By Jim Stergios and Charles Chieppo
Read this op-ed online at USA Today.
Education nominee could improve on past secretaries by backing state and local innovation.
Every administration since President George H.W. Bush’s has pinned its hopes of transforming American K-12 education on several thousand bureaucrats in the Lyndon B. Johnson Building in Washington, D.C. and the Beltway lobbyists perched on their doorstep. Betsy DeVos, president-elect Donald Trump’s nominee to head the Education Department, needs a different plan.
Given that the federal government contributes approximately 10% of the total spending in the nation’s sprawling, decentralized landscape of 100,000 public K-12 schools, it is neither plausible nor desirable that an Education secretary chase the chimera of a transformational national education policy.
Arne Duncan’s seven years as President Obama’s secretary of Education were just the latest iteration of a muscular federal role in K-12 policy. The administration aggressively pushed a school turnaround initiative, as well as Common Core and national testing consortia, through grants, legally questionable waivers from federal regulations, coordination with philanthropies, and alignment with lobbyists.
The oxymoronic goal was to get states to adopt federally defined, one-size-fits-all approaches to school “innovation.”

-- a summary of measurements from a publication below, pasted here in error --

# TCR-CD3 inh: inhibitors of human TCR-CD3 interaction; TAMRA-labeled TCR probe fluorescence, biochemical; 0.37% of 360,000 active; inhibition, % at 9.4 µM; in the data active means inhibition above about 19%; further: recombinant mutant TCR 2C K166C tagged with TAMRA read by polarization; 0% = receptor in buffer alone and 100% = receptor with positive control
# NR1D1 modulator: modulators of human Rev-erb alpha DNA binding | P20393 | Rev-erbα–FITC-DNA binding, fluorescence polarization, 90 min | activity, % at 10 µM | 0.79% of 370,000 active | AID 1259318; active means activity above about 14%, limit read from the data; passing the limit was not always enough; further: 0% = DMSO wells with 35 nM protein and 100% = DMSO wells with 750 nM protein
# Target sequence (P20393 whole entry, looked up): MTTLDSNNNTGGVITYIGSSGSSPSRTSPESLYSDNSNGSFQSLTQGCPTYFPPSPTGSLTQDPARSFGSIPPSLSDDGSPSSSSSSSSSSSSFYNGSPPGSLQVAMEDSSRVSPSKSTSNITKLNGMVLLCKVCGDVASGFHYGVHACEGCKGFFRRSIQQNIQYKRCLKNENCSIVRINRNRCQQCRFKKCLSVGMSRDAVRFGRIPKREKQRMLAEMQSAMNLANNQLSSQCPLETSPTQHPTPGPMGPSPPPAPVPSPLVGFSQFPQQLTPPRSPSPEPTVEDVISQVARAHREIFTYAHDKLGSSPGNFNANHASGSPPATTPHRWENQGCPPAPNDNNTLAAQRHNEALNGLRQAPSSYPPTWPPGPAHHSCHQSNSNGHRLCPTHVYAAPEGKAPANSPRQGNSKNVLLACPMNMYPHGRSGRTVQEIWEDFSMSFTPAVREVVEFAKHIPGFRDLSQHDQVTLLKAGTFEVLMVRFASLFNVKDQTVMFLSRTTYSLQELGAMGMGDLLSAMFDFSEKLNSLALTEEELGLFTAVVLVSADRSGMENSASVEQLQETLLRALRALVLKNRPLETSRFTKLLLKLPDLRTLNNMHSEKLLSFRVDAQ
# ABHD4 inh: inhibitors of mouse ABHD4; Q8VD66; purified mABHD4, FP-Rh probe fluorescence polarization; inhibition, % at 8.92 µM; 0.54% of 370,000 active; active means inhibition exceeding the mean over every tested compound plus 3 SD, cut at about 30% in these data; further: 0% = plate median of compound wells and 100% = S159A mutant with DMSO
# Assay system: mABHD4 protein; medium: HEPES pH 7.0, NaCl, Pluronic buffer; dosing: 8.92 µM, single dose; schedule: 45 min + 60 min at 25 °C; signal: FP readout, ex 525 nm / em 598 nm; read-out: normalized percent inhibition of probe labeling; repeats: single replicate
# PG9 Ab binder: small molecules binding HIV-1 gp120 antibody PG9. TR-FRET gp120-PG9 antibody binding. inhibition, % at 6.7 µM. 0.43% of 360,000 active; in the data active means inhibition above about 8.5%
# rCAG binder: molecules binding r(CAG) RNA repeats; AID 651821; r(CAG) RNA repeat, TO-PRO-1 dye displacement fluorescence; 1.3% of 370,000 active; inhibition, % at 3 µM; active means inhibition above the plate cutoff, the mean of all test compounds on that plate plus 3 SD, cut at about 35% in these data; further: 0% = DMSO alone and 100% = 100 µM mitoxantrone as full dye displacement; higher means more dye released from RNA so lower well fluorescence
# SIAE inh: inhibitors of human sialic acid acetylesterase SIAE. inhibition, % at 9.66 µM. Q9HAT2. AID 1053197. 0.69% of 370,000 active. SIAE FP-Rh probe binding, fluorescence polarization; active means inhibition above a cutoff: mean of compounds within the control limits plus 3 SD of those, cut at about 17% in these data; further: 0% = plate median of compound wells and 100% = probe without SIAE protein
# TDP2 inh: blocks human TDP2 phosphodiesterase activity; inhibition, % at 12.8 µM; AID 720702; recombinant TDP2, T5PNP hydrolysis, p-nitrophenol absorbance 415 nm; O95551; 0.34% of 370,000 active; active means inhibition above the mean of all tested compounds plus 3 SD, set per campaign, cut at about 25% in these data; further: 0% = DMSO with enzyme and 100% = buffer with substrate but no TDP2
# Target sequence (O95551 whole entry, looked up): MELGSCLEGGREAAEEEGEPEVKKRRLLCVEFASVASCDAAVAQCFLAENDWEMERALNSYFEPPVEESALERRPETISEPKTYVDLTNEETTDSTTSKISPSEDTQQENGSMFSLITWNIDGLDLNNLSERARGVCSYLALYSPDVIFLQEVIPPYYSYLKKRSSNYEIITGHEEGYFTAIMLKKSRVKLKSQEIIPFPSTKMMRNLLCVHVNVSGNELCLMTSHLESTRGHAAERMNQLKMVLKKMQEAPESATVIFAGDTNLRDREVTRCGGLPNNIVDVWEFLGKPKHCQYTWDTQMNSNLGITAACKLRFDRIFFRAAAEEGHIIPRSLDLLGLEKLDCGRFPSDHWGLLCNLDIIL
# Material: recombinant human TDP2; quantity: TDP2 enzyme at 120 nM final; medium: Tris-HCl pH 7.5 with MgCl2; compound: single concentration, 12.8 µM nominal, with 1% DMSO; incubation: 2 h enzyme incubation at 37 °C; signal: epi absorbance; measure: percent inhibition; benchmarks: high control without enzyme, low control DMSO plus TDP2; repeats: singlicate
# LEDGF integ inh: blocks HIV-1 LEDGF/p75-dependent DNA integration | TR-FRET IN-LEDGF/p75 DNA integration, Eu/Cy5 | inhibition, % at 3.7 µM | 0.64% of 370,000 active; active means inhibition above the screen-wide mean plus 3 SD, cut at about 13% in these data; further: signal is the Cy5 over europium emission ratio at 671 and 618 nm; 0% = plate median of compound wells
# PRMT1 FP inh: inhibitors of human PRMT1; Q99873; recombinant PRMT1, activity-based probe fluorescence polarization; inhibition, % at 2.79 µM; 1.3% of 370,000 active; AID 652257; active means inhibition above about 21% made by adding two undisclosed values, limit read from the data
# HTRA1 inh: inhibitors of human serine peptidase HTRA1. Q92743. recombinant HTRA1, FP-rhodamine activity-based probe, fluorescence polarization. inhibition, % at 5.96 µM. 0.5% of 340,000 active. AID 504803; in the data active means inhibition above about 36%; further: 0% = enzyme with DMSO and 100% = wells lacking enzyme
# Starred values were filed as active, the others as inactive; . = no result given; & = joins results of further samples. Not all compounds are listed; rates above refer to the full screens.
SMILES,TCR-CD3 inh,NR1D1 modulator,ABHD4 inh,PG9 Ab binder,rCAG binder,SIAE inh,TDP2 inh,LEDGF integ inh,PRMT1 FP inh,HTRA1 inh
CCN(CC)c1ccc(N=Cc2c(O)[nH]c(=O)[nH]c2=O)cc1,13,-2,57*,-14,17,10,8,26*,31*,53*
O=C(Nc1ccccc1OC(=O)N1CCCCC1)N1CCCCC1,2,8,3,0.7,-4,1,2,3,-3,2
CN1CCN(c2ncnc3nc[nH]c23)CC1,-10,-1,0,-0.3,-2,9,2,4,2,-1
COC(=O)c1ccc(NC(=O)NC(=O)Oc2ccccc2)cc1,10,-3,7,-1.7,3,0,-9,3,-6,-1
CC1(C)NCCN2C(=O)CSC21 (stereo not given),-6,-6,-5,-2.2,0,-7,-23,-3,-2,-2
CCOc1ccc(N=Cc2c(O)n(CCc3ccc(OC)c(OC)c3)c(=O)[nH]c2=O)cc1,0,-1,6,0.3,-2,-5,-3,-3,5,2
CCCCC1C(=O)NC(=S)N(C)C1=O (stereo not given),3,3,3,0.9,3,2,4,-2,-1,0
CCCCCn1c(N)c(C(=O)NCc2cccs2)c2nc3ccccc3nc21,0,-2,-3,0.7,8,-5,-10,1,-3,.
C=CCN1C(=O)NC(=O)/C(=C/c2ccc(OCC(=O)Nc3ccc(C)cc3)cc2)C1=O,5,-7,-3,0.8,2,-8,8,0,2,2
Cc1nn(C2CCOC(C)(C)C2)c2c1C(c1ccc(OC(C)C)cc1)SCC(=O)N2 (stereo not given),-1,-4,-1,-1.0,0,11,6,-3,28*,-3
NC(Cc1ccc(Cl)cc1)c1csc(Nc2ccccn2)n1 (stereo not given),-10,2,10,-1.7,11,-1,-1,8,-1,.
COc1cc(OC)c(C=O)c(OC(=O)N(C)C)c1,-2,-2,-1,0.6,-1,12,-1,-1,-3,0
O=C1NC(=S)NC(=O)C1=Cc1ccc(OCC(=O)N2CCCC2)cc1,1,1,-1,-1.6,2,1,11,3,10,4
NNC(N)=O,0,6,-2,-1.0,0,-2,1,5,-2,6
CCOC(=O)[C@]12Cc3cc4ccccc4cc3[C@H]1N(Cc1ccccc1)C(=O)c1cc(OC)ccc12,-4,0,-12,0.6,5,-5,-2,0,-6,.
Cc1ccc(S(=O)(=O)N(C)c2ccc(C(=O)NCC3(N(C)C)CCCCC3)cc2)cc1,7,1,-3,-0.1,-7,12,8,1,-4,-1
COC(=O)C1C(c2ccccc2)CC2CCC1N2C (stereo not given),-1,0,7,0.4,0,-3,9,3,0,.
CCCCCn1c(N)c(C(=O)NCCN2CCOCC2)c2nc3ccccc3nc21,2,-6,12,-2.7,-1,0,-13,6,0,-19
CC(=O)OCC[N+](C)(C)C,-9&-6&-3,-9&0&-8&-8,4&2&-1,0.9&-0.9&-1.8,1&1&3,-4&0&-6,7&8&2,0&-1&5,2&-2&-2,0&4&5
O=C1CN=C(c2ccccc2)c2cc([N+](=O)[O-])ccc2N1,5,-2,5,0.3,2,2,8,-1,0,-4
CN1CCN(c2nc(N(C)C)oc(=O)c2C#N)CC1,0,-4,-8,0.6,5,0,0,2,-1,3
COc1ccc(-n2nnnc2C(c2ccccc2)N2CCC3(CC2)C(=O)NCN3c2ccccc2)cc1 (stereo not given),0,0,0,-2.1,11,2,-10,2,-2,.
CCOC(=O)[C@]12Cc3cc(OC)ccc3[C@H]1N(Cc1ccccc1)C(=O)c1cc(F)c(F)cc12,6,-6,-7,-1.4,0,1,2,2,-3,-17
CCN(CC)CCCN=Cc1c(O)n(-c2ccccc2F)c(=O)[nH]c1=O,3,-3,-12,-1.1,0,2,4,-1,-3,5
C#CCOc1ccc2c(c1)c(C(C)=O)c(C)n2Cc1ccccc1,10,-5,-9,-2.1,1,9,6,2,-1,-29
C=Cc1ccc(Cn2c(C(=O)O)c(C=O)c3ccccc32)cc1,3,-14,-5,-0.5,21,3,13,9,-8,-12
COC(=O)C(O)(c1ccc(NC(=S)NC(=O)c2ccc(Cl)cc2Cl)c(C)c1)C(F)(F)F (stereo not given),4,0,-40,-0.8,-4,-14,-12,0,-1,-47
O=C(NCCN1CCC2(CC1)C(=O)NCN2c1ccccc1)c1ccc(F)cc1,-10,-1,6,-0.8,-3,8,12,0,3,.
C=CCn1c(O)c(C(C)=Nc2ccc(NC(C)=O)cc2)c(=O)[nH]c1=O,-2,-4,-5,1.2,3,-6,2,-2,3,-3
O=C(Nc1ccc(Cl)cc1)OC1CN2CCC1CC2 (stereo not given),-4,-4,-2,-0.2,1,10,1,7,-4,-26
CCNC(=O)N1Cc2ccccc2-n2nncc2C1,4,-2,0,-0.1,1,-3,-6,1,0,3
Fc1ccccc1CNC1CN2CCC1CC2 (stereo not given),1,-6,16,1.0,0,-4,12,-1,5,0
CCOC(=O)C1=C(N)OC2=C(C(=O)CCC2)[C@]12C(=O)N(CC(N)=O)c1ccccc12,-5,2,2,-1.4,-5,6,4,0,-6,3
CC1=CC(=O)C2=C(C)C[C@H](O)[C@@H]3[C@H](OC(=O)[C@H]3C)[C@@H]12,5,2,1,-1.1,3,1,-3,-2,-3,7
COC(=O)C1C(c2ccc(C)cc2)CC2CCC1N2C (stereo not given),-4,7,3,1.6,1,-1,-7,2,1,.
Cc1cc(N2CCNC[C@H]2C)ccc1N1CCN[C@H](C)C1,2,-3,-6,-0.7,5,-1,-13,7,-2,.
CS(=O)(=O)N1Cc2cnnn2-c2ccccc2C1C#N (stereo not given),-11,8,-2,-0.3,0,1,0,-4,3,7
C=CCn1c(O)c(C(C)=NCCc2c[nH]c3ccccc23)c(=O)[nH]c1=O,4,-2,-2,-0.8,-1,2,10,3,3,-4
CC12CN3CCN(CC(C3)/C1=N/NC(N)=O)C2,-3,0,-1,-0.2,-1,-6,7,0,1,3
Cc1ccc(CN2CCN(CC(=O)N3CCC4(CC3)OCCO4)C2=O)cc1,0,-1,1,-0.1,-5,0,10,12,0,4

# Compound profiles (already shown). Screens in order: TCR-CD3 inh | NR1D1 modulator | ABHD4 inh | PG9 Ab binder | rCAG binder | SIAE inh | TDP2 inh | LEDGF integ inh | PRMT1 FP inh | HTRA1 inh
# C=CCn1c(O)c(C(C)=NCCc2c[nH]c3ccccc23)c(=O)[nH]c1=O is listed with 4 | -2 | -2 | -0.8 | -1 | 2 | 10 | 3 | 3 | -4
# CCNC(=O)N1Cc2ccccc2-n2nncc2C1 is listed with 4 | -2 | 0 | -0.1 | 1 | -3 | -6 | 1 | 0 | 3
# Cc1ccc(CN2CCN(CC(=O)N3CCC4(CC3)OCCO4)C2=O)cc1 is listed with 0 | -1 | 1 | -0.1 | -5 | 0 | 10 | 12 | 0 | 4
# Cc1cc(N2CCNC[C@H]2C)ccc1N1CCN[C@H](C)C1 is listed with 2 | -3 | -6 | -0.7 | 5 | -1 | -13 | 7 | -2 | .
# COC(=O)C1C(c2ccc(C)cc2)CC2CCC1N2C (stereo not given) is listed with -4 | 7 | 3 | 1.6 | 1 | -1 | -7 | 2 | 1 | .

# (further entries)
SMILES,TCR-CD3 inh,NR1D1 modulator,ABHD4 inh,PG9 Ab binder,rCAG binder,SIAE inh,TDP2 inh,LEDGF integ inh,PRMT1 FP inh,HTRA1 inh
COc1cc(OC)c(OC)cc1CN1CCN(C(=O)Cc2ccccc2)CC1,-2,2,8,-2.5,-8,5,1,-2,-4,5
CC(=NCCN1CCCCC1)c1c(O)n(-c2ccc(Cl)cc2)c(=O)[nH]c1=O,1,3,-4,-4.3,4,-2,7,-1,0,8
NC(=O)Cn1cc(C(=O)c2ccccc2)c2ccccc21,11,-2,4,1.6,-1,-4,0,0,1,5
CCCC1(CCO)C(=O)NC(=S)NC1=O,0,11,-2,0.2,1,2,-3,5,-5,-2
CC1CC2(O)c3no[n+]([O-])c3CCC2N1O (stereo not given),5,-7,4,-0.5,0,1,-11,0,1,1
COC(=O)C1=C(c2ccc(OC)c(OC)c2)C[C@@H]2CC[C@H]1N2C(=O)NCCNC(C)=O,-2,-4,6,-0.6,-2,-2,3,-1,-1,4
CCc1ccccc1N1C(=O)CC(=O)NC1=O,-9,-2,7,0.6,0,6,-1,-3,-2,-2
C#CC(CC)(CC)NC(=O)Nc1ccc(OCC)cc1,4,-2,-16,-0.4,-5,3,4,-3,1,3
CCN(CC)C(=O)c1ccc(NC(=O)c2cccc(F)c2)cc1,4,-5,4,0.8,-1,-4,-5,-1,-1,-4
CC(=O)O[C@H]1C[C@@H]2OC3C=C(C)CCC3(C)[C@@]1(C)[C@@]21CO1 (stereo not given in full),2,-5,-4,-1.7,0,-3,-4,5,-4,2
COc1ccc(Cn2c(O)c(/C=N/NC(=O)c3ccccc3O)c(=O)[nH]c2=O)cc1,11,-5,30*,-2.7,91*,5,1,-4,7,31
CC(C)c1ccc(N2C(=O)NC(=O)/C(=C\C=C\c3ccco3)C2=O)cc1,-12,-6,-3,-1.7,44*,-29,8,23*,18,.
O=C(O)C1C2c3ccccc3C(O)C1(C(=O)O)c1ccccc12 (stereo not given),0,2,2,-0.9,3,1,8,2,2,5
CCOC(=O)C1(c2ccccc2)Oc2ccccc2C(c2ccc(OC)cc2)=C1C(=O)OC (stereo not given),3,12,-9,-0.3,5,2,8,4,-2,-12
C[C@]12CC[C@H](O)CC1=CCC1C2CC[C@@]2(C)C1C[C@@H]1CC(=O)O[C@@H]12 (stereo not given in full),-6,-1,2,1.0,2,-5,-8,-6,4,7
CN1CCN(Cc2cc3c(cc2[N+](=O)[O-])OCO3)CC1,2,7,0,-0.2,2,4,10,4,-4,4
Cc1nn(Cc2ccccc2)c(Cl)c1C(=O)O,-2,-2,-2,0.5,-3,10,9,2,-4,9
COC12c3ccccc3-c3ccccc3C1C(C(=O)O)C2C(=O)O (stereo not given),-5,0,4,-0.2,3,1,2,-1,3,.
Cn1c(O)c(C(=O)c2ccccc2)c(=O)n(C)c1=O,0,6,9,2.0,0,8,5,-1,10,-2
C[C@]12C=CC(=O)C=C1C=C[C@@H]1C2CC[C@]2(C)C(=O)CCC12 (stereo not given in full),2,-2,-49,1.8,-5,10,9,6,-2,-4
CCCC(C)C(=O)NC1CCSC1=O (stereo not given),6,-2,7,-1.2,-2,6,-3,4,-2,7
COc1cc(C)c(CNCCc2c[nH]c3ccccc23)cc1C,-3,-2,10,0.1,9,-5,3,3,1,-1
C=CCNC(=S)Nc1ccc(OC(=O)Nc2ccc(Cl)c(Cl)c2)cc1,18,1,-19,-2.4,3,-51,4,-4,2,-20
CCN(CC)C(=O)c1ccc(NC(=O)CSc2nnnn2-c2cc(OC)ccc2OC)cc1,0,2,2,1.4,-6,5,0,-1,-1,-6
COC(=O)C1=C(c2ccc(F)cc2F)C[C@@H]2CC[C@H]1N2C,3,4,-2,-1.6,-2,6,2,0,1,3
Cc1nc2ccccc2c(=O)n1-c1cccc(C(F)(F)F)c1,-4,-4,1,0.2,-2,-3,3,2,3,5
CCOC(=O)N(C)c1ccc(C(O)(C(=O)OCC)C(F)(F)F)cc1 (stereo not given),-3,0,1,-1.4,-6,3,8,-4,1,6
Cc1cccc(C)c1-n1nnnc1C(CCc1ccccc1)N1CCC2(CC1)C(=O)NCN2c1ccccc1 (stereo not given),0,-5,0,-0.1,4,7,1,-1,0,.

As the 2015 results from the National Assessment of Educational Progress demonstrate, taxpayers spent tens of billions of dollars annually on “federal innovation” without improving the academic performance of our public schools. Just-released scores from the Trends in International Math and Science Study assessment show that, again, the U.S. was a below-average performer. Since 2009, our scores have also declined on the international PISA test.
Duncan’s experience hardly differs from that of his predecessors, and that should impart an important lesson to Trump’s incoming education secretary: Policies hatched by the federal government and its inside-the-Beltway partners like the National Governors Association, Council of Chief State School Officers, the Fordham Institute, and Achieve, Inc. have failed repeatedly, and at great taxpayer expense.
A better path for DeVos is to support state and local innovation and state policies that boost opportunity and student achievement.
The incoming secretary is an avowed charter public school advocate. Her advocacy should be shaped by results. Lax rules for determining who can open a school are among the reasons why charters in her home state of Michigan perform only slightly better than the traditional public schools there.
She would do well to advocate for an approach like what is used in Massachusetts. There, a rigorous authorization process and strict oversight, under which schools that don’t live up to the terms of their charter are shuttered, has yielded outstanding performance. A number of urban charter schools have posted some of the best scores in Massachusetts (which has the nation’s highest-performing public schools) on state tests. A Stanford University study found that Boston charters outperform other groups of public schools in the country in closing the achievement gap.